T Nation

A Missing Link Found?


#1

http://www.latimes.com/news/science/la-040506fossil_lat,0,6819224.story?coll=la-home-headlines


#2

I never doubted there was a link. It was a matter of when it got discovered. Evolution became pretty clear in my studies of the vertebrates. From the most primitive to the most advanced, they all share the same characteristics in a chordate.

Btw, does everyone konw that a human undergoes all stages of evolution as it develops in the womb? Yep, gills, a tail, and everything like that.


#3

Neat animal. Too bad they went extinct, fish neck sounds yummy and probably would have been a power food.


#4

A nine foot long fish, "that can do pushups" with a neck and presumably a bad ass jaw full of teeth?

I don't really like fishing, but Id go hunting for that sumbitch. Anything I can jack a 12ga slug into and not be confident it won't try to eat me is my kind of game.


#5

Very Interesting.


#6

You sure about that?


#7

You think that if we genetically modified the fetus to turn off whatever factors are responsible for the disappearance of the gills before birth that we'd be able to have functional gills, like that dude on Waterworld? I don't know about you guys, but I think that would be pretty cool.

Cool article though. I don't see how people can read all sorts of stuff like this and not believe in any kind of evolution.


#8

After Googling this...

Question - Is it true that some babies are born with some sort of
gills? How and when do humans adapt from breathing inside to breathing
outside of the womb?


Whoa!

You have received a great deal of false information. First, babies are not
born with gills! Get that out of your thinking! Babies do not "breath"
for oxygen in the womb. They do "practice breathing" using the amniotic
fluid of the womb, but it is not doing them any good otherwise. All of the
embryo and fetal needs are received through the placenta. The mother
provides everything that is needed.

As for the gills, there is a stage in the early human embryo development
whereby humans do show gill slits, but not functional gills. Slits are not
gills!! As a matter of fact, all vertebrates show these same gill slits.


#9

No they really don't. First of all, there are no "stages" of evolution. A tail, for instance, is not an atavistic trait--most verts have tails. So there is no progressive evolution from tailed to tail-less.

In any case, you are basically restating Haeckel's long discredited hypothesis that ontogeny recapitulates phylogeny. It is widely known that Haeckel fudged his observations for one thing, and that the strict recapitulation theory is not correct. There is some presence of some traits from ancestral lineages during development, but not all, not all in sequence necessarily, and they don't represent evolutionary "stages".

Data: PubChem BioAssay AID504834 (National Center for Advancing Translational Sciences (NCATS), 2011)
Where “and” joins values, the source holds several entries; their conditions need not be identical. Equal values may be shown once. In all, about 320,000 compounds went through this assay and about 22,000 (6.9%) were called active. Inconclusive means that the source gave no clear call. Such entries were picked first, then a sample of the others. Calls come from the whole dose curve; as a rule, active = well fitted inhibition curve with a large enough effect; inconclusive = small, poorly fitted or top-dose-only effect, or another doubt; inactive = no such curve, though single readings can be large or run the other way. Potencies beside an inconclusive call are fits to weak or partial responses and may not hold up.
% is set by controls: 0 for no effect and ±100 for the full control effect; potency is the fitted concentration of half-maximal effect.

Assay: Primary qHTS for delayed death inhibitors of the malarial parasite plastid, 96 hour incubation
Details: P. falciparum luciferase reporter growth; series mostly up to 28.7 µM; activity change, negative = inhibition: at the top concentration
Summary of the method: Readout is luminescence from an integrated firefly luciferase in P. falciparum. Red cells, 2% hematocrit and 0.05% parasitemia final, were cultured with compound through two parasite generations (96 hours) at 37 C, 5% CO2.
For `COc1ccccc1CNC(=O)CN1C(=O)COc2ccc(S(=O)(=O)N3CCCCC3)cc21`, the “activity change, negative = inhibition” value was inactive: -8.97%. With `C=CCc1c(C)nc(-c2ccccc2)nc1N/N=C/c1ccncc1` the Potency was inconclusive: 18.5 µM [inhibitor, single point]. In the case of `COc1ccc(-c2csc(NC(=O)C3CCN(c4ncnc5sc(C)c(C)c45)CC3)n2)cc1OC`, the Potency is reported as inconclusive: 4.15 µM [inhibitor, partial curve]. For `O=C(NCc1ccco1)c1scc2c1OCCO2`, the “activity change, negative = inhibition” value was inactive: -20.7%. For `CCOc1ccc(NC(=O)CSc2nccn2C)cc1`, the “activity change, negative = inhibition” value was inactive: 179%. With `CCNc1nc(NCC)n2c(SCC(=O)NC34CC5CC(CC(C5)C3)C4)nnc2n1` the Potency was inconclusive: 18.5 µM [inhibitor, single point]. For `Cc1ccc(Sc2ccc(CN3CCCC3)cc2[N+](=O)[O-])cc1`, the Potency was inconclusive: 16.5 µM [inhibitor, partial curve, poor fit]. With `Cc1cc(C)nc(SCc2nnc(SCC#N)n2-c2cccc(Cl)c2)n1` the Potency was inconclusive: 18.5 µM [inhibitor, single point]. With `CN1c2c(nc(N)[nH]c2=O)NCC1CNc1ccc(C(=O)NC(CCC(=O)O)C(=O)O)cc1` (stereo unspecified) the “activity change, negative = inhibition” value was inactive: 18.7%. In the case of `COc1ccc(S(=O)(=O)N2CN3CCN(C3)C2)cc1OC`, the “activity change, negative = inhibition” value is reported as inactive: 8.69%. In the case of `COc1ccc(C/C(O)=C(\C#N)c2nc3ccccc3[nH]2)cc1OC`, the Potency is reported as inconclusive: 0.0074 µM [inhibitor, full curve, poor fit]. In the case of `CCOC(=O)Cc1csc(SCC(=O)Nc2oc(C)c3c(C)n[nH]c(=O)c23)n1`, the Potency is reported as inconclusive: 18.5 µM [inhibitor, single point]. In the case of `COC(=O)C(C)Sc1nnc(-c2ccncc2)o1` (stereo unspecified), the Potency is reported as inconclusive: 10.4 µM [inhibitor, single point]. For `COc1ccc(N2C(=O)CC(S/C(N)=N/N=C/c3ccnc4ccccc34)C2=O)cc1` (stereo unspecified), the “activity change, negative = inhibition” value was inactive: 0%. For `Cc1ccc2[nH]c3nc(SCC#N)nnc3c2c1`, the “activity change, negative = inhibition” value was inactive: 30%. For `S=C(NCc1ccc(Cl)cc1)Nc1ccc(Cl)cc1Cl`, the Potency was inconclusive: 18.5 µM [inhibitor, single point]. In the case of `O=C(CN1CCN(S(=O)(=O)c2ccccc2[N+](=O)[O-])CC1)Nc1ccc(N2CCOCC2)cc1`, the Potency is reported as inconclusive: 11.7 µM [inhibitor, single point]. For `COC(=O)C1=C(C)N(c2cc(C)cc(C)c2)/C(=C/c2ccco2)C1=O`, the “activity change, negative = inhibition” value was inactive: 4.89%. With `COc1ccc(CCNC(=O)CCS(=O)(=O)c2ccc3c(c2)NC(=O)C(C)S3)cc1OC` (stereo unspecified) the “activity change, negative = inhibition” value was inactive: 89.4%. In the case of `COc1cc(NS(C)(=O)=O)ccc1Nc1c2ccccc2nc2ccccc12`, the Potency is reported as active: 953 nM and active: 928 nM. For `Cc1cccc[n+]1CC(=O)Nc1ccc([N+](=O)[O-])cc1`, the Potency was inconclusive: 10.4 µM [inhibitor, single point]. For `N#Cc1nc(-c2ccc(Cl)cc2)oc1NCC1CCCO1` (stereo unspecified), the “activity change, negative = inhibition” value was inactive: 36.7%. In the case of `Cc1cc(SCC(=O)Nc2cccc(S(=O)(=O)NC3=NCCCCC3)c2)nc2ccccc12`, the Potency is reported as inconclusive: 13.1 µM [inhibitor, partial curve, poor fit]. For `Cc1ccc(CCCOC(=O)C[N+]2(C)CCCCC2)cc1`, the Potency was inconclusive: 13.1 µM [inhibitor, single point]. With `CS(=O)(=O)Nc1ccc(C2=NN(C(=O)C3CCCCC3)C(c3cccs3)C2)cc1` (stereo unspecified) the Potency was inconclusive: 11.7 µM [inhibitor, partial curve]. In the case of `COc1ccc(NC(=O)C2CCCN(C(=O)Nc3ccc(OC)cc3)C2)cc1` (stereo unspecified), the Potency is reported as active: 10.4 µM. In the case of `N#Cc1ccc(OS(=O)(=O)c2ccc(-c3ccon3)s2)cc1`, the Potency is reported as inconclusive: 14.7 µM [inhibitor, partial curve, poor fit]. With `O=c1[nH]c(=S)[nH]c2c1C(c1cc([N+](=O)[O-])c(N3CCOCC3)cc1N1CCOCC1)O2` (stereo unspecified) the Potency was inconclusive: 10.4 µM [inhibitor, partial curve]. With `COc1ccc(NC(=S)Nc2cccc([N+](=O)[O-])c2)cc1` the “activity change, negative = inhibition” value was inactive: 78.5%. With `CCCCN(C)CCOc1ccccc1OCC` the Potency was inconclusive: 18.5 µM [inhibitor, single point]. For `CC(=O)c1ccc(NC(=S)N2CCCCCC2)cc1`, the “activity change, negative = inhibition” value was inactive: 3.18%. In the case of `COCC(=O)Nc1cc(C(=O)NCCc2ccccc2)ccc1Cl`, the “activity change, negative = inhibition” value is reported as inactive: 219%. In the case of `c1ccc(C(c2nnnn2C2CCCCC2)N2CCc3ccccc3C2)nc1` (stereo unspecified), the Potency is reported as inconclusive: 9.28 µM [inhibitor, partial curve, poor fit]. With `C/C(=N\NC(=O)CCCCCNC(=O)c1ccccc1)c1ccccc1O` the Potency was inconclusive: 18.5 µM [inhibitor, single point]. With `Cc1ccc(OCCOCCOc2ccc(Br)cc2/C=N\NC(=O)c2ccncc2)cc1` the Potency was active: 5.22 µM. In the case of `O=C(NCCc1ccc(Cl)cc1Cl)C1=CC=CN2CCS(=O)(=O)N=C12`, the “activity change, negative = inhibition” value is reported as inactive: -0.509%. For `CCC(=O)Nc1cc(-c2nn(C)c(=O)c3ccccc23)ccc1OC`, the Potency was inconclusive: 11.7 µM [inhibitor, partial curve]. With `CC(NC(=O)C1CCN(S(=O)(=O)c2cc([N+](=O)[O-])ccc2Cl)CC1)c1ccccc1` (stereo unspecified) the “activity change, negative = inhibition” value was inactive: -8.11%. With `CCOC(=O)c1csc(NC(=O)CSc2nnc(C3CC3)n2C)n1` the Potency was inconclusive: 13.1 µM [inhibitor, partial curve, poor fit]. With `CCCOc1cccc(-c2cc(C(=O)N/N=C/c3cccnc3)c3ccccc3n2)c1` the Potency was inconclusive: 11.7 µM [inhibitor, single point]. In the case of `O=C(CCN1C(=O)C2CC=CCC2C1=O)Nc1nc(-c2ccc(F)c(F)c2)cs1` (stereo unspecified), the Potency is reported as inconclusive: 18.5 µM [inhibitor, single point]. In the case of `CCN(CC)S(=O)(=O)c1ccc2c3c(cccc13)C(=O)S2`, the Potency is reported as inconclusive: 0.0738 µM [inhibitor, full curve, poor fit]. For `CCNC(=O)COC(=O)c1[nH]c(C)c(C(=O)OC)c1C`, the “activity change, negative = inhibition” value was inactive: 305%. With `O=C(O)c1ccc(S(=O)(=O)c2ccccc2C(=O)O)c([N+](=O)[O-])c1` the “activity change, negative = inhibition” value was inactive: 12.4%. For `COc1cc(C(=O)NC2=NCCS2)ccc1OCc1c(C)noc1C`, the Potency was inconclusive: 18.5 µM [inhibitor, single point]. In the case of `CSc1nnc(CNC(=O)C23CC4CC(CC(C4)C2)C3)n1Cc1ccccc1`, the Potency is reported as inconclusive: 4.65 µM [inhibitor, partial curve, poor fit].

In any case, cool find for the paleo geeks. I can't wait for the ID crowd to think of a retort to this find.


#10

Those "gills" are the bones that make up the inner ear.


#11

But still, one can observe a fetus with pharengeal gill slits and an obvious tail. Maybe it isn't stages like you say, but it is representative of how verts coped with life on land. No to mention that a human fetus and a certain stage is almost identical to a sharks, whick is of course the oldest of the existing fish.


#12

I thought we found the water to land link years ago. Remember the Cealocanth?


#13

How do they now for sure the devonian period wasn't 399 million years ago or 401 million years ago, hmm?

Obvious flaws I tell you!

Okay, I tried. Sounds really cool, now the ID folks will have to pick a different missing link to bitch about.


#14

I never said they are born with them. I said as they develop, they show these traits, yes I know they are slits, pharengeal gill slits, ok. The interesting fact i was trying to convey is that all verts go through these developmental stages before birth.


#15

that's correct.


#16

So, because the developmental stages of the inner ear resemble gill slits, that's proof the stages of human development in the womb mirror human evolution?

Stephan Jay Gould, speaking of the Haeckel embryo drawings, said, "We do, I think, have the right to be both astonished and ashamed by the century of mindless recycling that has led to the persistence of these drawings in a large number, if not a majority, of modern textbooks."

It's stupid when creationists use false info against evolution and it's just as stupid when others use false info in support of evolution.


#17

I believe it's more of a link that ties humans to all the other verts.


#18

The coelocanth is a fish with fleshy fins. These fins resemble early limbs of land animals. This particular fish was thought to be extinct.


#19

It also has primitive lungs and can live out of water for long periods.


#20

Ah, another good point.